Sister Mary Ignatia Gavin (born on this day in 1889) was a music teacher for 21 years. But at age 39, she suffered a nervous breakdown, and decided to leave teaching.
In 1928, she was assigned as a registration clerk in the admissions office of the Sisters of Charity's new hospital in Akron, Ohio. Here at St Thomas Hospital she met Dr Bob Smith, a recovering alcoholic, who co-founded Alcoholics Anonymous. The two soon became friends.
Dr Smith and Bill Wilson (another recovering alcoholic) had just published a book, outlining the 12 steps of spiritual healing. But in order for this healing to occur, Dr Smith needed to find a hospital willing to provide care for the alcoholic's medical needs.
In the summer of 1939, he asked Sr Ignatia to help him find a hospital where alcoholics could detox as they learned to live without alcohol. It was a risky request. Back then, alcoholism was seen as a character defect rather than a disease requiring treatment.
But Sister Ignatia wouldn't be deterred. She admitted alcoholic men into the hospital during shift changes and before nursing supervisors could object. Eventually Dr Smith and the nun convinced hospital officials to change their policy, and St Thomas Hospital became the first religious institution to recognize alcoholics' right to receive medical treatment.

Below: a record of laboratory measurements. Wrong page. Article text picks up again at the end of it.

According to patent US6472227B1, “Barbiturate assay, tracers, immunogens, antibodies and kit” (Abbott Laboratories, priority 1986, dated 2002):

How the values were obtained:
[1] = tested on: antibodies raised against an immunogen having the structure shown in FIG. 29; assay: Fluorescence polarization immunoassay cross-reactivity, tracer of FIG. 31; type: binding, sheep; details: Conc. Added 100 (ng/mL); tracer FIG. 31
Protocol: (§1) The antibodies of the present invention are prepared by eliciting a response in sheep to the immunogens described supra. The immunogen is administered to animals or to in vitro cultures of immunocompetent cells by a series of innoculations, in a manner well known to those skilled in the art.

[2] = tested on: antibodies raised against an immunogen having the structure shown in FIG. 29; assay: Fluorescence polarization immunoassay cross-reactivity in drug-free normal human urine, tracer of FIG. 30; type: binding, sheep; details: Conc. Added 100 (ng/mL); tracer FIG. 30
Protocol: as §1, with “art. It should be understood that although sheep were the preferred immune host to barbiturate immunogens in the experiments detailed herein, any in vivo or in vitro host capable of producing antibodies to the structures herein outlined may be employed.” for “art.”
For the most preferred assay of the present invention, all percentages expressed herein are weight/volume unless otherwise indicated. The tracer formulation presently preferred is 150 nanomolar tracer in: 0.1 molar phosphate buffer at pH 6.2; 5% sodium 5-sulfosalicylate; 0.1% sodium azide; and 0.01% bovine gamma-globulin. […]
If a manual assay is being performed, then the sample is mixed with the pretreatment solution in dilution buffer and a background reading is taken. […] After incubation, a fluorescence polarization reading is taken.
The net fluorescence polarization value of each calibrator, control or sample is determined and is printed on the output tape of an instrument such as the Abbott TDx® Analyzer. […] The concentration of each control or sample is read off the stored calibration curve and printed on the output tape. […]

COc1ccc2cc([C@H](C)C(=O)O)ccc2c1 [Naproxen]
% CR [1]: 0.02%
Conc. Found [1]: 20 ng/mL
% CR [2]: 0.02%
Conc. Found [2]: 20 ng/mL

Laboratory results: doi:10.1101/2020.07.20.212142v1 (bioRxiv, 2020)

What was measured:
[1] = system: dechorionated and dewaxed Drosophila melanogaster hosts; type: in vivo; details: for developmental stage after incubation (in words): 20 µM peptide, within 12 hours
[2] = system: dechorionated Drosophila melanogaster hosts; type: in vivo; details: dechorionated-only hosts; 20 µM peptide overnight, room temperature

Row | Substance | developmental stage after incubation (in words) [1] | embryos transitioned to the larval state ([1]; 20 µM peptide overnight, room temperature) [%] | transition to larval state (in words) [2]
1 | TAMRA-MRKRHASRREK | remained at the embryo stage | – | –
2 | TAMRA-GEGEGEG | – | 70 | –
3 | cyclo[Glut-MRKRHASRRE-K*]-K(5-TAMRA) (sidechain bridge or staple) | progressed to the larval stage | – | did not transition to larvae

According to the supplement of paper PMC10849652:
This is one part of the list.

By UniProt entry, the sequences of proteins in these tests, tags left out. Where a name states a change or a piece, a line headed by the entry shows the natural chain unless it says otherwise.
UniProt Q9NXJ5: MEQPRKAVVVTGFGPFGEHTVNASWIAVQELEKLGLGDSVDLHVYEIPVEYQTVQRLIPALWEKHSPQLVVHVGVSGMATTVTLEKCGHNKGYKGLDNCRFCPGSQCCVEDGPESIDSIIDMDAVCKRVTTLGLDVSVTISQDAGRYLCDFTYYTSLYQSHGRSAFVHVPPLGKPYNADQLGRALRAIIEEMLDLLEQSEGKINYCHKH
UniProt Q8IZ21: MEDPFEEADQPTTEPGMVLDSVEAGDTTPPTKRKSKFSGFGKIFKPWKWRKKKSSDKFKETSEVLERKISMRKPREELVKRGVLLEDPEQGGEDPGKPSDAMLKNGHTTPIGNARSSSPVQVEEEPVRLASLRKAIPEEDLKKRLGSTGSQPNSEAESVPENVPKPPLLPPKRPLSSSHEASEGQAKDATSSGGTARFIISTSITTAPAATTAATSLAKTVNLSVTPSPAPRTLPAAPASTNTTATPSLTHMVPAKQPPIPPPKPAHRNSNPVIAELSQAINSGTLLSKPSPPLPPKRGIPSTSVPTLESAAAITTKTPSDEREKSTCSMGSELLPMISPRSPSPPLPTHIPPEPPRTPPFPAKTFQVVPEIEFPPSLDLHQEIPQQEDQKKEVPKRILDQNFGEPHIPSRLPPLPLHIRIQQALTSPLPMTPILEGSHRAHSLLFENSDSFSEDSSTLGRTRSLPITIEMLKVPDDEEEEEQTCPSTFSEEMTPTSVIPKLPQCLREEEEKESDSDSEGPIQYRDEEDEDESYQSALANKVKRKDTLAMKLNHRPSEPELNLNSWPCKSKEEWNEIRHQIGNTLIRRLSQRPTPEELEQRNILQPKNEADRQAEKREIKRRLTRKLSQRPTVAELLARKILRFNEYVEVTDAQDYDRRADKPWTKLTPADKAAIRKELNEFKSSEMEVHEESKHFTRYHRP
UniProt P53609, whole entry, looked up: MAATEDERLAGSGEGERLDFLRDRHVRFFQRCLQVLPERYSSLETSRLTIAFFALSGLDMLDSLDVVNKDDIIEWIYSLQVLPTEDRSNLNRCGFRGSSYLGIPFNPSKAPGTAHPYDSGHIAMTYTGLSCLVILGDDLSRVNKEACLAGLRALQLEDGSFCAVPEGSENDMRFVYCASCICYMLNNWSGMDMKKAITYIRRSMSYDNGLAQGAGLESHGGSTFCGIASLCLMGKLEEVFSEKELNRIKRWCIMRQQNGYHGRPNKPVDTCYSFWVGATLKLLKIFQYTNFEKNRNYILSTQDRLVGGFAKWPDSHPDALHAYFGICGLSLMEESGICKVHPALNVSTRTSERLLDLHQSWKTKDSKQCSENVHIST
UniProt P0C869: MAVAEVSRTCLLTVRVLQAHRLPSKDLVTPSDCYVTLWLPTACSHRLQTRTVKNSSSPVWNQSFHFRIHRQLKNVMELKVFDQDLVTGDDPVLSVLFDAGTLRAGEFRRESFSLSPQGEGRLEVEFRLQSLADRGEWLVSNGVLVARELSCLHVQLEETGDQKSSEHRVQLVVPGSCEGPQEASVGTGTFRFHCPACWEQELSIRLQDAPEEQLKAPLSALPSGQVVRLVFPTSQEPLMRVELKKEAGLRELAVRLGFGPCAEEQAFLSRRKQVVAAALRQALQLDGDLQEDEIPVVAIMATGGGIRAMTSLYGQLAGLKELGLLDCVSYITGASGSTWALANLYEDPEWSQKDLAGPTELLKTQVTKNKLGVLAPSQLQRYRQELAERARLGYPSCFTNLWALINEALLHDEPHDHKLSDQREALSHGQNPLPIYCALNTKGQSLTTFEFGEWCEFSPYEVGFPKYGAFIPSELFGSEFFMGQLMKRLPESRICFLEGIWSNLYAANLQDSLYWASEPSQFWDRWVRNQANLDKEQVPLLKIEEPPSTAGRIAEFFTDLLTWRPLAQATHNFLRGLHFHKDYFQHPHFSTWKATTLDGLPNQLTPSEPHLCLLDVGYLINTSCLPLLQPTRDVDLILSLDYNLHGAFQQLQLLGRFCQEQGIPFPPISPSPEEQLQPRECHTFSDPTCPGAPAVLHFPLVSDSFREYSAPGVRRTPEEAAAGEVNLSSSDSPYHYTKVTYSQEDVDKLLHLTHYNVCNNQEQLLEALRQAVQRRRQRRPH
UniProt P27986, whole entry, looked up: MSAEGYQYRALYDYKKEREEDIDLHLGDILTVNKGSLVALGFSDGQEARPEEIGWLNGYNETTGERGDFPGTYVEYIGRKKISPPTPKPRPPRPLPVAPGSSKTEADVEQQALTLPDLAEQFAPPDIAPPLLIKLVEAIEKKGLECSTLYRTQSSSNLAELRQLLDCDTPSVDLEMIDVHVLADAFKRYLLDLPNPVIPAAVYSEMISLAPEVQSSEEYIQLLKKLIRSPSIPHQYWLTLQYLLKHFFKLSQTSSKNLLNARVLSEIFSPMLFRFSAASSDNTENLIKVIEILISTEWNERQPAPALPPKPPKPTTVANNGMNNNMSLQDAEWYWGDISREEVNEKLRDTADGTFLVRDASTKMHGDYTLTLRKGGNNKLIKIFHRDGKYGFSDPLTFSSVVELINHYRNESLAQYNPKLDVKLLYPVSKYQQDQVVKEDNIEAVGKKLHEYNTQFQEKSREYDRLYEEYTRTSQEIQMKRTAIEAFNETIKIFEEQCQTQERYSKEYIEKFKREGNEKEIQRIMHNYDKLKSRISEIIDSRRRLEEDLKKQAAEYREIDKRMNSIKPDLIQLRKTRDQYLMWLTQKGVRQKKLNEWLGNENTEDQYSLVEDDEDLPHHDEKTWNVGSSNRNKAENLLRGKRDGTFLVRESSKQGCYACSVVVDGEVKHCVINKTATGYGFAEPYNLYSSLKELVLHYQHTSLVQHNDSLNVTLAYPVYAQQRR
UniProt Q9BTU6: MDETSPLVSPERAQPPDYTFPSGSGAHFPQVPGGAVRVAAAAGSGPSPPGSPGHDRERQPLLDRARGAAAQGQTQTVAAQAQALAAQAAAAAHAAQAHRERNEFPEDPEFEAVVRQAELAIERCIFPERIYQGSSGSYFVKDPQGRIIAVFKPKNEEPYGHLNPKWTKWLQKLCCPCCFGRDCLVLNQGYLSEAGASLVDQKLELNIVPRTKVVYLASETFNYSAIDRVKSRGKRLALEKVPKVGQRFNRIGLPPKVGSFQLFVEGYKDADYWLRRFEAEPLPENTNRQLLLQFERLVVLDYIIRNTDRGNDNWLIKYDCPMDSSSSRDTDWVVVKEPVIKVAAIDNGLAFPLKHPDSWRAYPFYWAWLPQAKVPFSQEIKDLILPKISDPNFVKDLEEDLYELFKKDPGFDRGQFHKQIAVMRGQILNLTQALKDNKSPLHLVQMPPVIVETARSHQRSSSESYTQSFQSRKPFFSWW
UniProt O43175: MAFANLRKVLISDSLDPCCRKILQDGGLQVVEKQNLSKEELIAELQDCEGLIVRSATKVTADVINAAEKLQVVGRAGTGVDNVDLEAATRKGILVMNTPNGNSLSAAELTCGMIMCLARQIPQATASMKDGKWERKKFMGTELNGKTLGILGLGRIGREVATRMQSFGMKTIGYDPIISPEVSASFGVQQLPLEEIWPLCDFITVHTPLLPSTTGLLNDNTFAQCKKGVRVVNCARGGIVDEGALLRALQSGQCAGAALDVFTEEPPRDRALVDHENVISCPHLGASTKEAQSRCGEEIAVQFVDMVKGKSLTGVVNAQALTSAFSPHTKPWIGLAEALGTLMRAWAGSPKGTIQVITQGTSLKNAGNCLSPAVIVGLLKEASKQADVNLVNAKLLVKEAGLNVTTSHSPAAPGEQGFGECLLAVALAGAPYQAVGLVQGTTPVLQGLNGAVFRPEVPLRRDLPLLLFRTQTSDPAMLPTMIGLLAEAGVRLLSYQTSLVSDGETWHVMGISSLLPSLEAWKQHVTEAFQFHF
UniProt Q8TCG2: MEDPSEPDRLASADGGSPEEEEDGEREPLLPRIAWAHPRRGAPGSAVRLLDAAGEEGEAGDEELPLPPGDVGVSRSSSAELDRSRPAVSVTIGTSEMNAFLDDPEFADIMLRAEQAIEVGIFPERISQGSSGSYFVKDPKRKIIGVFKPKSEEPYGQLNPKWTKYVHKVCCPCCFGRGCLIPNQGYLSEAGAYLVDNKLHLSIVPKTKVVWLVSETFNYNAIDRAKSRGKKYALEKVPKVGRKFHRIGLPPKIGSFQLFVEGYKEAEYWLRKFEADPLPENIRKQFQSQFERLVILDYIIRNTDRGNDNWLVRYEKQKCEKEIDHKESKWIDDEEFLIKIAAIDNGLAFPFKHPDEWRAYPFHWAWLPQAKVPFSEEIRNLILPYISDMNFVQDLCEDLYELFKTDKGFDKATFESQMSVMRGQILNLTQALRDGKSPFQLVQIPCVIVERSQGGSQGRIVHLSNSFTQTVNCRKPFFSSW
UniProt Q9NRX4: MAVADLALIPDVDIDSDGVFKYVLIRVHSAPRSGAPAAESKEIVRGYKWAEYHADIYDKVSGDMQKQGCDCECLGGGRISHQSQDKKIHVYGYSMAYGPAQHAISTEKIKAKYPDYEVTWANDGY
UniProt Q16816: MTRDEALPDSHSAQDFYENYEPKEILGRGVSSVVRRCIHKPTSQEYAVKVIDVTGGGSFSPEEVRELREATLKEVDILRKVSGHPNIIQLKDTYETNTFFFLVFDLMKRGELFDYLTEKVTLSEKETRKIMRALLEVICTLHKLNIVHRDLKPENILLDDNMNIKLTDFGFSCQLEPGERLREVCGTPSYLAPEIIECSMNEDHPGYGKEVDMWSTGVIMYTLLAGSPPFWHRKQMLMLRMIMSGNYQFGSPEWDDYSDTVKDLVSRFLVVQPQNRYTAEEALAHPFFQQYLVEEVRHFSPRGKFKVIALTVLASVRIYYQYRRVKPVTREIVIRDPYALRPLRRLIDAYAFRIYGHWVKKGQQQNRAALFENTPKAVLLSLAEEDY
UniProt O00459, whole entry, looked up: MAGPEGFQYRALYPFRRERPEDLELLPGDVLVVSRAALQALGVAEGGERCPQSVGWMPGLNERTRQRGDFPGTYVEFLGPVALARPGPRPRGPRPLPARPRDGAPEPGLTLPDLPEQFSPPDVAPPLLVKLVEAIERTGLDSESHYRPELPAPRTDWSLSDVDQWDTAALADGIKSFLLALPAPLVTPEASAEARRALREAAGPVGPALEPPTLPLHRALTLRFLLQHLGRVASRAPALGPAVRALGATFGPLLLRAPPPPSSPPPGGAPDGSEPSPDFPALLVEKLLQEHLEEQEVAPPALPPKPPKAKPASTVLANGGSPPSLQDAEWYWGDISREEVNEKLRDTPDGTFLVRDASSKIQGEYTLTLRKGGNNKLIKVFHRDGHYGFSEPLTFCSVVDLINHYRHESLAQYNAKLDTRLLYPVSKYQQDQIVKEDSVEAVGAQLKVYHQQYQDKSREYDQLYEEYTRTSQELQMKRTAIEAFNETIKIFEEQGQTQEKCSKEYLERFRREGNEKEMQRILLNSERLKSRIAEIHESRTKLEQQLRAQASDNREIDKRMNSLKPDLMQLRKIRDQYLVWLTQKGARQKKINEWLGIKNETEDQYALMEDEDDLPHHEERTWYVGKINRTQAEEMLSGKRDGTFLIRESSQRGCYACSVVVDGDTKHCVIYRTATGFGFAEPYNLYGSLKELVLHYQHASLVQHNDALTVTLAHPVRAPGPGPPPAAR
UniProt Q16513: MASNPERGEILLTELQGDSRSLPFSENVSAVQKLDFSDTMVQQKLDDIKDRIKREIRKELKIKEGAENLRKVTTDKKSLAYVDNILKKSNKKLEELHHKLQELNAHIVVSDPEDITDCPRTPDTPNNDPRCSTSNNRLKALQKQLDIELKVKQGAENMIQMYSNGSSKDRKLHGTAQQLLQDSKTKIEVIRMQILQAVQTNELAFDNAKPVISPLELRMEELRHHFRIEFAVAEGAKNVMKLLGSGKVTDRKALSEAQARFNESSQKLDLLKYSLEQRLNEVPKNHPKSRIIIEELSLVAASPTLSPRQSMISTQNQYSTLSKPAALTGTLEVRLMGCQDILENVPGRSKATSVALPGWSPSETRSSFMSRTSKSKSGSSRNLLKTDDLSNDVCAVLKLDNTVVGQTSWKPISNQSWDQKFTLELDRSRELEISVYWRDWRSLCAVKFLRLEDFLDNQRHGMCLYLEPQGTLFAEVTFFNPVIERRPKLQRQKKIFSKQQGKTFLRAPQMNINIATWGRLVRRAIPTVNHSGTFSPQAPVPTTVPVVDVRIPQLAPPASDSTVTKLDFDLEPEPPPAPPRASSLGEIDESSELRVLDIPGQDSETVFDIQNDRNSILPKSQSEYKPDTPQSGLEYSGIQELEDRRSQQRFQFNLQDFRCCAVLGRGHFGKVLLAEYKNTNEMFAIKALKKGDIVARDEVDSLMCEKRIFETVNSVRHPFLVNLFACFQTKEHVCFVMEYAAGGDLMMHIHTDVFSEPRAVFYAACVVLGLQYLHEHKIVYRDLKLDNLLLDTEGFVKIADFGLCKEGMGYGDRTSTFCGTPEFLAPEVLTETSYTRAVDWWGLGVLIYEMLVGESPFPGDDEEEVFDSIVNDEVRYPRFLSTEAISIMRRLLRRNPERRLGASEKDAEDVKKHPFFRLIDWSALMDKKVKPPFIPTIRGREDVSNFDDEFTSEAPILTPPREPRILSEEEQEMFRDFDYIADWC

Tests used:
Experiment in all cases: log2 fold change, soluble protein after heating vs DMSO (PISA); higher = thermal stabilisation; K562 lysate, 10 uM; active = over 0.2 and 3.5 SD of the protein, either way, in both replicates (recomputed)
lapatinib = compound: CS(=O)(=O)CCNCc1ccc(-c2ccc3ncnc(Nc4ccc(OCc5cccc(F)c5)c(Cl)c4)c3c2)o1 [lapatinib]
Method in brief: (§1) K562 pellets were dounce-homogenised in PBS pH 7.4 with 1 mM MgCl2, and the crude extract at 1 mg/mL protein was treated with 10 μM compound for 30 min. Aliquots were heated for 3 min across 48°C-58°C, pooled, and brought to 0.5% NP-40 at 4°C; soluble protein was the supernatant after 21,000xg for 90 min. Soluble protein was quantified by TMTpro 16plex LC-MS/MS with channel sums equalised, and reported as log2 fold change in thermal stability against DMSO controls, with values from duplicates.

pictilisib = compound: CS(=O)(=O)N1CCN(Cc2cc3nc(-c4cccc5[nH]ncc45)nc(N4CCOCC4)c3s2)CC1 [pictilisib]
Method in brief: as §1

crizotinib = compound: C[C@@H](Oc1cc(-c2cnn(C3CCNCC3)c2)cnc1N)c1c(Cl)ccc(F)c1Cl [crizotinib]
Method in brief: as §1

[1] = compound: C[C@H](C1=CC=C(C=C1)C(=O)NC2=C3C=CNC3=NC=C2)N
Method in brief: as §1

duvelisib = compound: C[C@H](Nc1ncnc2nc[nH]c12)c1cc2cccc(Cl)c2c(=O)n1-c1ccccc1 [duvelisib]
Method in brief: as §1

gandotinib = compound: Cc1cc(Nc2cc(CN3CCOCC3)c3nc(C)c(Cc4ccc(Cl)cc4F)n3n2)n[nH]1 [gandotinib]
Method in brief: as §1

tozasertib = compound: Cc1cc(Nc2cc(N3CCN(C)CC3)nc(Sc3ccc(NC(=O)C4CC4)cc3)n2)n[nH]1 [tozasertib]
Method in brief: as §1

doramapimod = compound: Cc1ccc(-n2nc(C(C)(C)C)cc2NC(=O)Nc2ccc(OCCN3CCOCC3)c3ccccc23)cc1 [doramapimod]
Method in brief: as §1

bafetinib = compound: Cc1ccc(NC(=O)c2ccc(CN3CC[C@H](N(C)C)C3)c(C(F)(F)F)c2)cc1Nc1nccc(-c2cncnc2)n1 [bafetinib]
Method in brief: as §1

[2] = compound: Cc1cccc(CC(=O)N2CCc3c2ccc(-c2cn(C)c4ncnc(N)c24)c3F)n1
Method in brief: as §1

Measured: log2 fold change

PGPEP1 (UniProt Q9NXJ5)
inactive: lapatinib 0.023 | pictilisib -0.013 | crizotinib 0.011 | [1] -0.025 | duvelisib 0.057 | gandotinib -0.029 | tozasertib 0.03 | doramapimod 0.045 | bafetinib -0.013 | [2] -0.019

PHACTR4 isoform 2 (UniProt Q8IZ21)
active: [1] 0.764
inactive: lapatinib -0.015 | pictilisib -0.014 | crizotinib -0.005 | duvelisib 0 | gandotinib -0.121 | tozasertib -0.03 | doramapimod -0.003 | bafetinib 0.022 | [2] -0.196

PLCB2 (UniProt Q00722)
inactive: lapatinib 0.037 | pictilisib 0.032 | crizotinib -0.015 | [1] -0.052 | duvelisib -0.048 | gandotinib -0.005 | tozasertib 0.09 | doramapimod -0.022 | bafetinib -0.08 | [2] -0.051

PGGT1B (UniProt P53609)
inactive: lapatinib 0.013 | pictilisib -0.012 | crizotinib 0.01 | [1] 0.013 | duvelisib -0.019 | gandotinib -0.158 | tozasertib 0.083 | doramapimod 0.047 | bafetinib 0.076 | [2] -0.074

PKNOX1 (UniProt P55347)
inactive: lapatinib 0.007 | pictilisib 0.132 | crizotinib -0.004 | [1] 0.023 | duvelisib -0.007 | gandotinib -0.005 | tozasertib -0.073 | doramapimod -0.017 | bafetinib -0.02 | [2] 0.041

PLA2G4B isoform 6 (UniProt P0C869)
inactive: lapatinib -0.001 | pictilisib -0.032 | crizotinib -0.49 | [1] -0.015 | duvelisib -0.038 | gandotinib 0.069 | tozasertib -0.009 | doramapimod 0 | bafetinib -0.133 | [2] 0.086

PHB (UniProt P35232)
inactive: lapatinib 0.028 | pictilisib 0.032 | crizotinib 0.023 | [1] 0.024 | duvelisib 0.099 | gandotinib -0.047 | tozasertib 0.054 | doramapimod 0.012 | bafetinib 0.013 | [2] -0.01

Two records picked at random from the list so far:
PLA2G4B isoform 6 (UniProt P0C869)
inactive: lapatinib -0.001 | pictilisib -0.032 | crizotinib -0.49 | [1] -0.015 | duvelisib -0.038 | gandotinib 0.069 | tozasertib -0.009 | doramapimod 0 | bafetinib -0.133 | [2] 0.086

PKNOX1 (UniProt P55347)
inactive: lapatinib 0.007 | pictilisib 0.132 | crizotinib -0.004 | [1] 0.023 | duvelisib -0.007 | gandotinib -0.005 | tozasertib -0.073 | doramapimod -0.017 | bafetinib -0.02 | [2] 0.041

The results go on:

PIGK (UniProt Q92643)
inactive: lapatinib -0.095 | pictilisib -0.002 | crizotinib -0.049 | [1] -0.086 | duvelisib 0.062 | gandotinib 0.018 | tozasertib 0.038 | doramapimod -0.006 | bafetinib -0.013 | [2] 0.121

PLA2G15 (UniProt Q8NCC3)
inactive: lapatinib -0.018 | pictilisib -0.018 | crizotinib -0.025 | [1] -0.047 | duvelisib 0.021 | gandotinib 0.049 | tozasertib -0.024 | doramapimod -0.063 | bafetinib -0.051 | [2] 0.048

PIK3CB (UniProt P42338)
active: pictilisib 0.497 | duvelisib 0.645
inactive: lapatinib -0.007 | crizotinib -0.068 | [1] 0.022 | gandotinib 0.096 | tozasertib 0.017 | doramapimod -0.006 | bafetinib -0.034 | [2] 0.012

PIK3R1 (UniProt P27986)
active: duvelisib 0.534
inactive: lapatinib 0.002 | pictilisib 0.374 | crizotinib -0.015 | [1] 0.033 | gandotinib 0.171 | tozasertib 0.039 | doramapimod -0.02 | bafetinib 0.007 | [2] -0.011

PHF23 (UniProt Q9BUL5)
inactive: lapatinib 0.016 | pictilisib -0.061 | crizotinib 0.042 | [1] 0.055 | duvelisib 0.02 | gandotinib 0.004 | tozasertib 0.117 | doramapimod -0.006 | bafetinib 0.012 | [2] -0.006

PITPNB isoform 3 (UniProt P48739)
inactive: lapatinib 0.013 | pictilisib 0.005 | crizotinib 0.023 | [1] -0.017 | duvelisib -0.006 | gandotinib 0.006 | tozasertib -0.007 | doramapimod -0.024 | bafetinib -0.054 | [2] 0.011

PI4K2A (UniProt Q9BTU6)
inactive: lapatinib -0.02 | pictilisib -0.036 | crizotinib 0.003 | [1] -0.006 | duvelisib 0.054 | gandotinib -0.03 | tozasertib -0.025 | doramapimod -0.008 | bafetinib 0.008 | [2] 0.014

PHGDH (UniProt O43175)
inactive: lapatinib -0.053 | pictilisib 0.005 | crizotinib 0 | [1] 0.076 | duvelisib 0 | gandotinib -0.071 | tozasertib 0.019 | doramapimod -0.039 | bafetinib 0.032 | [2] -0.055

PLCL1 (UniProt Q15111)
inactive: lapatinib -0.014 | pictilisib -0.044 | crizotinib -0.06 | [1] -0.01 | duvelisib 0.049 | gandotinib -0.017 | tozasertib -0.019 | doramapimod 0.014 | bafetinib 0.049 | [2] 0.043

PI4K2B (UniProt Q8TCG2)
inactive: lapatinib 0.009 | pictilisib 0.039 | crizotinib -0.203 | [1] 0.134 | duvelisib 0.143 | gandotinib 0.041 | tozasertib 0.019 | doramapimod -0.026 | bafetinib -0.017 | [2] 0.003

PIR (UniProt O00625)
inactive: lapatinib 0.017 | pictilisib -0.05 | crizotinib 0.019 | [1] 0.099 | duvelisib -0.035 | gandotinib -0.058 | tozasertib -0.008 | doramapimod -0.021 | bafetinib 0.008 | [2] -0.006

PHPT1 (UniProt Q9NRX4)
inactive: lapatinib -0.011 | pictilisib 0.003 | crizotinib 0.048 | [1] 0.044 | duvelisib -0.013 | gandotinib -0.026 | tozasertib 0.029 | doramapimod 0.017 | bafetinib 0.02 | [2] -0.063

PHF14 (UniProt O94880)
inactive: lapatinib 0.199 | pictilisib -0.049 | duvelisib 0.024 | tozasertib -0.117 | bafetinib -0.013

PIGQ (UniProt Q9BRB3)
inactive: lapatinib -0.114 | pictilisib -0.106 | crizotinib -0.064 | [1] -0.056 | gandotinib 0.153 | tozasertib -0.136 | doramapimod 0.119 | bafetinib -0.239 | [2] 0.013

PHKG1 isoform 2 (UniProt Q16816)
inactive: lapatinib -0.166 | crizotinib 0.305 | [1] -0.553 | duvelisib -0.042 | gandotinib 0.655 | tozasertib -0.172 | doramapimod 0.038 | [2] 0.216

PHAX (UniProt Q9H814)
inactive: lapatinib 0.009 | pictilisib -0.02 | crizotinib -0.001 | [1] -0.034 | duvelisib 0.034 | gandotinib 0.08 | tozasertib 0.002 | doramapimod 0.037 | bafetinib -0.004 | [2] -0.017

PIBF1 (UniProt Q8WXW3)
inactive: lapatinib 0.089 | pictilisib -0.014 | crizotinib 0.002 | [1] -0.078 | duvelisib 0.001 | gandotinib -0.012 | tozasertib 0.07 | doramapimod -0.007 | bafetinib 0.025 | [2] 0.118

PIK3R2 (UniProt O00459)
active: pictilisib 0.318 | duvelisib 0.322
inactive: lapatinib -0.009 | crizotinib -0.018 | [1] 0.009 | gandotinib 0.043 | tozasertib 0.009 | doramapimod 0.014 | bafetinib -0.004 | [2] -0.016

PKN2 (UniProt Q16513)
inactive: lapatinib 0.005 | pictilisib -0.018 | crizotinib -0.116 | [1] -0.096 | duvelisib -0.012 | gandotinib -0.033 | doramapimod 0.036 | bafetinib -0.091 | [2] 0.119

When an alcoholic patient left the hospital, Sr Ignatia would give them a Sacred Heart medallion, representing their commitment to God. If they were going to drink, she'd say they should return the medal first.
Sr Mary Ignatia died April 1, 1966, in Cleveland, Ohio.
**This was taken from my "The Little Blue Book" (a 6 minute daily reflection book)
For more information on Sr Ignatia's life go here.
For a great movie about how Alcoholics Anonymous started watch "My Name is Bill W" starring James Woods and one of my favorites, James Garner! (I love him, my dad always watched the Rockford Files, remember Lance White? Who can guess who played Lance White?) ***OK, I will give you a hint: He later became Magnum P.I.
For those of you who don't know, my husband celebrated 19 years of sobriety this past May and runs a half-way house that houses 24 men in recovery. (He's a drug and alcohol counselor)
SO, I found this very interesting about Sister Ignatia!